Connor Kenway is the half-Mohawk and half-English hero who sets out to avenge his lost village in the “Assassins Creed III” video game.
As NPR’s Karen Grigsby Bates explains, it’s a rare occasion to find a Native hero in video games. It’s the first time “Assassins Creed” creators have depicted one.
When they set out to bring Connor Kenway to life, they enlisted native actor Noah Watts to help.
By placing the action in Colonial America during the Revolutionary War, (Alex Hutchinson, the creative director of Assassin’s Creed III,) and his colleagues at Ubisoft, the Canadian company that produces “Assassin’s Creed,” were give the chance to develop a Native American as the game’s central character. They christened him Connor Kenway.
Then, Hutchinson says, they ran into one problem they hadn’t anticipated.
“You realized that every Native American actor in America has been in Twilight,” Hutchinson said. “So you had to really search for someone who was a unique, strong voice who people wouldn’t be familiar with.”
Enter Noah Watts, a Native American actor who wasn’t part of the Twilight cast. In the studio, soft-spoken Watts became one with Connor.
“His native name, his Mohawk name, is Ratohnhake:ton, which means Life Scratcher,” Watts says of the character he plays.
Connor is half-Mohawk and half-English.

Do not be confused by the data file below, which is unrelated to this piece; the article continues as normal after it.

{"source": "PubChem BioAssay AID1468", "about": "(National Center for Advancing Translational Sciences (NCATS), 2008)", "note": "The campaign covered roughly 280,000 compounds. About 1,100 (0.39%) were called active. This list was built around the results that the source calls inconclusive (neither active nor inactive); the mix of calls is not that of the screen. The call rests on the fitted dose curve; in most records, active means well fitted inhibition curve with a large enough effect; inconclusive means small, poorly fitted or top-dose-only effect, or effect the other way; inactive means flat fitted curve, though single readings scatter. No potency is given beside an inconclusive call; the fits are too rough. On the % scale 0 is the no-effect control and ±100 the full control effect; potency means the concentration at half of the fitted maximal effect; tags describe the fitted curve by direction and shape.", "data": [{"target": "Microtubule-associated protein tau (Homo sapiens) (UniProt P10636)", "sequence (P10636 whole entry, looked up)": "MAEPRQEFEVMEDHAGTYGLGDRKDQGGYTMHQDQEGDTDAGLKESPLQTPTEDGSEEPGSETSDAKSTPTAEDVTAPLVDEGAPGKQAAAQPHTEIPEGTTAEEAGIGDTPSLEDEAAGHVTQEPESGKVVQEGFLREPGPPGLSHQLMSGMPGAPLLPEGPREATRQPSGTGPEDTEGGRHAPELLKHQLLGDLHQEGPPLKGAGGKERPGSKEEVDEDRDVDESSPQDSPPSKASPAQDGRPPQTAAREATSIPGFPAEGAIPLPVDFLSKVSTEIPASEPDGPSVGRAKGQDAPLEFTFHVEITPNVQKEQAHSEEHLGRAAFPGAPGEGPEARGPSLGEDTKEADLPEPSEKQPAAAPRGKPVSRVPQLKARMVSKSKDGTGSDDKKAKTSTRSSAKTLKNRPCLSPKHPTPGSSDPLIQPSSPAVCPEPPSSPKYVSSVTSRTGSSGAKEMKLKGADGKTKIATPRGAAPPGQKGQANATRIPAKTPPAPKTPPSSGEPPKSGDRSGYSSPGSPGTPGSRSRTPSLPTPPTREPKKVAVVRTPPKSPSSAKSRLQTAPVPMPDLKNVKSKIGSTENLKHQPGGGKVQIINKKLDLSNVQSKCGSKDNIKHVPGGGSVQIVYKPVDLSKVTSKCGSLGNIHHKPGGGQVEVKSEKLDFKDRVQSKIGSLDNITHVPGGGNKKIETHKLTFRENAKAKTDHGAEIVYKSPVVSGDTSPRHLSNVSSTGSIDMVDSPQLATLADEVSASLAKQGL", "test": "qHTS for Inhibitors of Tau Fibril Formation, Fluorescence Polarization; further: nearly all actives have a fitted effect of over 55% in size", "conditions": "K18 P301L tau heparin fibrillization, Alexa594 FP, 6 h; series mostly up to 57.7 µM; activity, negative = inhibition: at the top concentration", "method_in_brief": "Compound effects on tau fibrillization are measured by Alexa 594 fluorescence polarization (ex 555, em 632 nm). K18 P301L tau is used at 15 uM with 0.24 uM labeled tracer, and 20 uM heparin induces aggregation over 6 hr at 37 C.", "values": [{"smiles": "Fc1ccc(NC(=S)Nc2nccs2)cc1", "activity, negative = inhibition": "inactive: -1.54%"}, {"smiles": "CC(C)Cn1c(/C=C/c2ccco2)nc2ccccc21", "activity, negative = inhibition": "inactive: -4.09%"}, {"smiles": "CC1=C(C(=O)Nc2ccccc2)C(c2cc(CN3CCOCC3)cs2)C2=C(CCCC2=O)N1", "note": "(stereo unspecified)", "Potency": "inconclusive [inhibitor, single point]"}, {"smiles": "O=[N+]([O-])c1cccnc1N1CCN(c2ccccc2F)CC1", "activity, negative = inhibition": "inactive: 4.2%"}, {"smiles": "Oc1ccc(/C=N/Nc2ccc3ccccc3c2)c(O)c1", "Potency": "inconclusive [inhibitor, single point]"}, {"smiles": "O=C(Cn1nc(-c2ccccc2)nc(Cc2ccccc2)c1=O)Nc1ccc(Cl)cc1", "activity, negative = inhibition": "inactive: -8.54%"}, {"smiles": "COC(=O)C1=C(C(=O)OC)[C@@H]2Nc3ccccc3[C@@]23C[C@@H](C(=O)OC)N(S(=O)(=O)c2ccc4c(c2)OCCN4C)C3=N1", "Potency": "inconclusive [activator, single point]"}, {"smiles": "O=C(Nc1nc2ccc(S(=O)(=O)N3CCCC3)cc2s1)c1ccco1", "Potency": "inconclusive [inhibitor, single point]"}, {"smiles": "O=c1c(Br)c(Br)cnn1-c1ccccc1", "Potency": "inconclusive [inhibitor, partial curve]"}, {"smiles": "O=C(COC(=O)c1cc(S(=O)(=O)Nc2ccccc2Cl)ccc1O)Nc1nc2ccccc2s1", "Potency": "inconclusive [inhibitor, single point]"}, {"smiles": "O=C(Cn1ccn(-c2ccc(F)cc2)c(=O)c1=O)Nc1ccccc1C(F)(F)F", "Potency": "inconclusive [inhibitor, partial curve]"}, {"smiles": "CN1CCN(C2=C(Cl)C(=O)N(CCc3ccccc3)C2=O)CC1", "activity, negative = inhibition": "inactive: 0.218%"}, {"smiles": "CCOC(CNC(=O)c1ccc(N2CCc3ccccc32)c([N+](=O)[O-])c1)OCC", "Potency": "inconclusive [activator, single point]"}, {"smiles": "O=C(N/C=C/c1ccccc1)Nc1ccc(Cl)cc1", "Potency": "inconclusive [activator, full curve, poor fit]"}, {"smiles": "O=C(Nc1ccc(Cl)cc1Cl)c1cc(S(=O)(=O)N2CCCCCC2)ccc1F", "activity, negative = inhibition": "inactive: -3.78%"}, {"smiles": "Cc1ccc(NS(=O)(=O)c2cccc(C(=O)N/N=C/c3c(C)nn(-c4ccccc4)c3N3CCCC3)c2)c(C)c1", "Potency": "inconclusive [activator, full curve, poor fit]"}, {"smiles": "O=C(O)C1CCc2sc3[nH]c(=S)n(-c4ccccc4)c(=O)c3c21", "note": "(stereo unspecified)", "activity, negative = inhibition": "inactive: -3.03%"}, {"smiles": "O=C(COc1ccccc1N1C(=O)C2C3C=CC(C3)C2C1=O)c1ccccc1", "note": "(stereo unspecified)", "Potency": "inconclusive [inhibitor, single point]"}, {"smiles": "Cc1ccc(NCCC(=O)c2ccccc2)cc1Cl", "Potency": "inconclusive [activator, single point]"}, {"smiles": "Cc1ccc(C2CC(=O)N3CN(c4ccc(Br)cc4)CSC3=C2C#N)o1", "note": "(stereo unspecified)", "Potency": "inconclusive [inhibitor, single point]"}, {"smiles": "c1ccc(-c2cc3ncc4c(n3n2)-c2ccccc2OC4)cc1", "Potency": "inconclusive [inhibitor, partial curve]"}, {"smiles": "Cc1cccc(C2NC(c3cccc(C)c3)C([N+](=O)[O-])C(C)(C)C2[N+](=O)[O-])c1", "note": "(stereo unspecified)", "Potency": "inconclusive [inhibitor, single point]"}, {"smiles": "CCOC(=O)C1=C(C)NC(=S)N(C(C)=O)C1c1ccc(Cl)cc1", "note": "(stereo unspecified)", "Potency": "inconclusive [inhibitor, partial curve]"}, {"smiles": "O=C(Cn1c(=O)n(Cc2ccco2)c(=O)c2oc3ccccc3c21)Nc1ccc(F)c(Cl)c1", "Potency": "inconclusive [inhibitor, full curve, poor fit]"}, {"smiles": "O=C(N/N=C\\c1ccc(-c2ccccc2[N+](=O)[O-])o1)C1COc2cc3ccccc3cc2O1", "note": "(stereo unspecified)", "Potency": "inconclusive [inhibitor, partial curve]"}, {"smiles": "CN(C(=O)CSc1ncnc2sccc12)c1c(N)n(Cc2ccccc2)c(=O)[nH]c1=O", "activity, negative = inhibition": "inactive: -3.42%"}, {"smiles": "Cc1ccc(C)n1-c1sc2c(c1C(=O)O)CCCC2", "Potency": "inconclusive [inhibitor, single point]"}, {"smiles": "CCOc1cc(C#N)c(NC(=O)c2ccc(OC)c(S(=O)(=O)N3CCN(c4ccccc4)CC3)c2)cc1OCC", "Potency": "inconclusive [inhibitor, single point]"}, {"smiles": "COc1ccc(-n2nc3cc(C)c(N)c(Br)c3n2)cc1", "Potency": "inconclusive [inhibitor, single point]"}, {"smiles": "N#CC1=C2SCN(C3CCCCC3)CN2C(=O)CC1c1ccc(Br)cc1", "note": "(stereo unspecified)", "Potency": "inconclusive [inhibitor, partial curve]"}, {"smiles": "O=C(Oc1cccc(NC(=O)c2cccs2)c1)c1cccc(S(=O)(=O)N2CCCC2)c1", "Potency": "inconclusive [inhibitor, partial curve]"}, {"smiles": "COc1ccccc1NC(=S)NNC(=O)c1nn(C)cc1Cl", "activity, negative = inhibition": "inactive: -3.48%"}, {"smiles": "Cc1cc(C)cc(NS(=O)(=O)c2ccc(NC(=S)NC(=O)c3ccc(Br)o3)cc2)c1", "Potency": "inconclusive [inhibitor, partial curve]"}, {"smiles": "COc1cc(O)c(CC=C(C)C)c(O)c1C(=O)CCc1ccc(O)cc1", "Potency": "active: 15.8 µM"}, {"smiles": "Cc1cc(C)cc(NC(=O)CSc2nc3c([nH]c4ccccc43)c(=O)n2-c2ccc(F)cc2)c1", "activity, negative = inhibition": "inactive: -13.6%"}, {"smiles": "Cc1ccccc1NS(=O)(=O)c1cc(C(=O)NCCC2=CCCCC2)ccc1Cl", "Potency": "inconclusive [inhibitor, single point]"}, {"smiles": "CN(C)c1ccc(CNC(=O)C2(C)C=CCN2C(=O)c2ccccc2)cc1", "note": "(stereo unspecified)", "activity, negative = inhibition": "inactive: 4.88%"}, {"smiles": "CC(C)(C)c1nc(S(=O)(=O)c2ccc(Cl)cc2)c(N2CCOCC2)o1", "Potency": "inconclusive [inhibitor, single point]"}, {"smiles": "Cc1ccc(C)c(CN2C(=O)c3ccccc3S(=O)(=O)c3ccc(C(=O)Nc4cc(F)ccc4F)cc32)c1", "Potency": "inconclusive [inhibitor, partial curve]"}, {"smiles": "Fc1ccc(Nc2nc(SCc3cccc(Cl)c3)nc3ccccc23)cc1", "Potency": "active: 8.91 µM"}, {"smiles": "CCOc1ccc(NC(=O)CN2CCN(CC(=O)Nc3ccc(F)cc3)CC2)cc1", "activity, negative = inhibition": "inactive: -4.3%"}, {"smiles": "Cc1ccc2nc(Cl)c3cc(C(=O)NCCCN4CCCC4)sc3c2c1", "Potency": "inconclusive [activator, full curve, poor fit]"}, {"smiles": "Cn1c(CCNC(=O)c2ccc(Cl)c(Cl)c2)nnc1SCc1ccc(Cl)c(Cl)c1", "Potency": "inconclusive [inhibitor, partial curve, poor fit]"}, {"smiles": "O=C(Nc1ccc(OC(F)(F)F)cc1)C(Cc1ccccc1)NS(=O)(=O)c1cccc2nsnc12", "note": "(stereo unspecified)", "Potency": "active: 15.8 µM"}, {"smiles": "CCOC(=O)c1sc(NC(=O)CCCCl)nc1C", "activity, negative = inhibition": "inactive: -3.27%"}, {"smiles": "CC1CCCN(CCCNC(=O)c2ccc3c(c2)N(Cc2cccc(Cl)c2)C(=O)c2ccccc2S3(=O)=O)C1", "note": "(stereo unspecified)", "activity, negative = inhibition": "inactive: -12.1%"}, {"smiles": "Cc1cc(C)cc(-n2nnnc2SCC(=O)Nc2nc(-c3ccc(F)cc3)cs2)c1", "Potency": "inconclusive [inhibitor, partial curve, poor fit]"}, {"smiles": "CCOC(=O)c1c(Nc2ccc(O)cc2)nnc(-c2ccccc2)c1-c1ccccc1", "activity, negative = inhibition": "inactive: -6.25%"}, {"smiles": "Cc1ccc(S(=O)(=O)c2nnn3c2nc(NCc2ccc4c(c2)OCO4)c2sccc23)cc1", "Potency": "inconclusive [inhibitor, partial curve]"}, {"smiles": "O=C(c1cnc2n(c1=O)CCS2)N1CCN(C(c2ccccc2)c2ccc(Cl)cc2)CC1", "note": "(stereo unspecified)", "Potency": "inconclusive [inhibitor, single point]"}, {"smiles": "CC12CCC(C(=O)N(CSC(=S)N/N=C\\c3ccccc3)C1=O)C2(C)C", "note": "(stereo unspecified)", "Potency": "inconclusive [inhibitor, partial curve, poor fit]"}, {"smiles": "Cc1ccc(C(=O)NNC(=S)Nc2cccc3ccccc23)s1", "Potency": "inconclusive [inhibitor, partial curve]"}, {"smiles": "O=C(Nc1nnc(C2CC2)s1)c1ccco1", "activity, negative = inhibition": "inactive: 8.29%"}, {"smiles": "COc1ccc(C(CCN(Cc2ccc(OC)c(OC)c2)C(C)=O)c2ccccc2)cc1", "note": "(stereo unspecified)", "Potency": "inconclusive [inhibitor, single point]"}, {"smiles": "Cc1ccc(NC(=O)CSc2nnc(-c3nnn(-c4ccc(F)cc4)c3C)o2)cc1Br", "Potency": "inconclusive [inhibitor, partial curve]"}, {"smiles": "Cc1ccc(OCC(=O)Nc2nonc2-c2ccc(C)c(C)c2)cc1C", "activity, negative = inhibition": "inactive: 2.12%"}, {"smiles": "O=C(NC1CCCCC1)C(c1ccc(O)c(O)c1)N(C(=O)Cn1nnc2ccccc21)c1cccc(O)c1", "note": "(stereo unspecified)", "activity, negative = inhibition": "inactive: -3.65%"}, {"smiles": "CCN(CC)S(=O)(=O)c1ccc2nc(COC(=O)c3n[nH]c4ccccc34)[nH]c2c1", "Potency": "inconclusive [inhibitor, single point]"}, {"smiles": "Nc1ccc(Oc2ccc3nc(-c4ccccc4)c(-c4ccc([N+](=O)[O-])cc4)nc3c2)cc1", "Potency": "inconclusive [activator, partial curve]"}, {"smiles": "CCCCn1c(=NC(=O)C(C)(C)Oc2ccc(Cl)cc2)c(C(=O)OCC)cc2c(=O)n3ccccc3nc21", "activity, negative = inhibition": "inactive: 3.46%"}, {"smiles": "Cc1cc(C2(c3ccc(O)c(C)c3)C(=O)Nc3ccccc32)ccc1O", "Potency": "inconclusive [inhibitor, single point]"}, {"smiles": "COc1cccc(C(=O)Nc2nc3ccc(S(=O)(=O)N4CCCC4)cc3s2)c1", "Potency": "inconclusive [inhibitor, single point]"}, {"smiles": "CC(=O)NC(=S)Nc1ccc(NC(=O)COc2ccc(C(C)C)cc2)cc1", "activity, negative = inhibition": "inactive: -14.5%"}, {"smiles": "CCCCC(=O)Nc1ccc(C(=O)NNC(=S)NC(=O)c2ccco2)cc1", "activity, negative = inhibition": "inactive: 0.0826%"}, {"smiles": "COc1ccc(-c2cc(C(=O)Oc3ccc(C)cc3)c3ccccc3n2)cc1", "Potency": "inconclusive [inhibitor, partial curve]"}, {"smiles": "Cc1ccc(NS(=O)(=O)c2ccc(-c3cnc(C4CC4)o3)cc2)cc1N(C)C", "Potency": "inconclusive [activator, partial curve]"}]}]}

“I have known a world of peace and remarkable spirit, a world which was taken from me,” Watts says in the soft tenor he gives the Connor character in the game.
After his people were slaughtered and his village burned, Connor began a yearslong quest for justice
Watts is from Montana and as the Missoula Independent reports, spent time during his childhood on the Crow Reservation.
As Bates’ story explains, Watt had to learn Mohawk to convincingly play Kenway.
“It was very difficult, the language is very beautiful,” Watts says. “But honestly, that was one of the most difficult days.”
A Mohawk consultant, Thomas Deer, was hired to coach Watts on the Mohawk language. He also made sure the onscreen details of Connor’s Mohawk life were correct, from how the village looked to what customs villagers observed.
Making sure to correctly portray Mohawk life during the Colonial period was exhausting, but Watts and the Assassin’s Creed creators believe it was worth the effort to depict the authentic culture of a specific nation.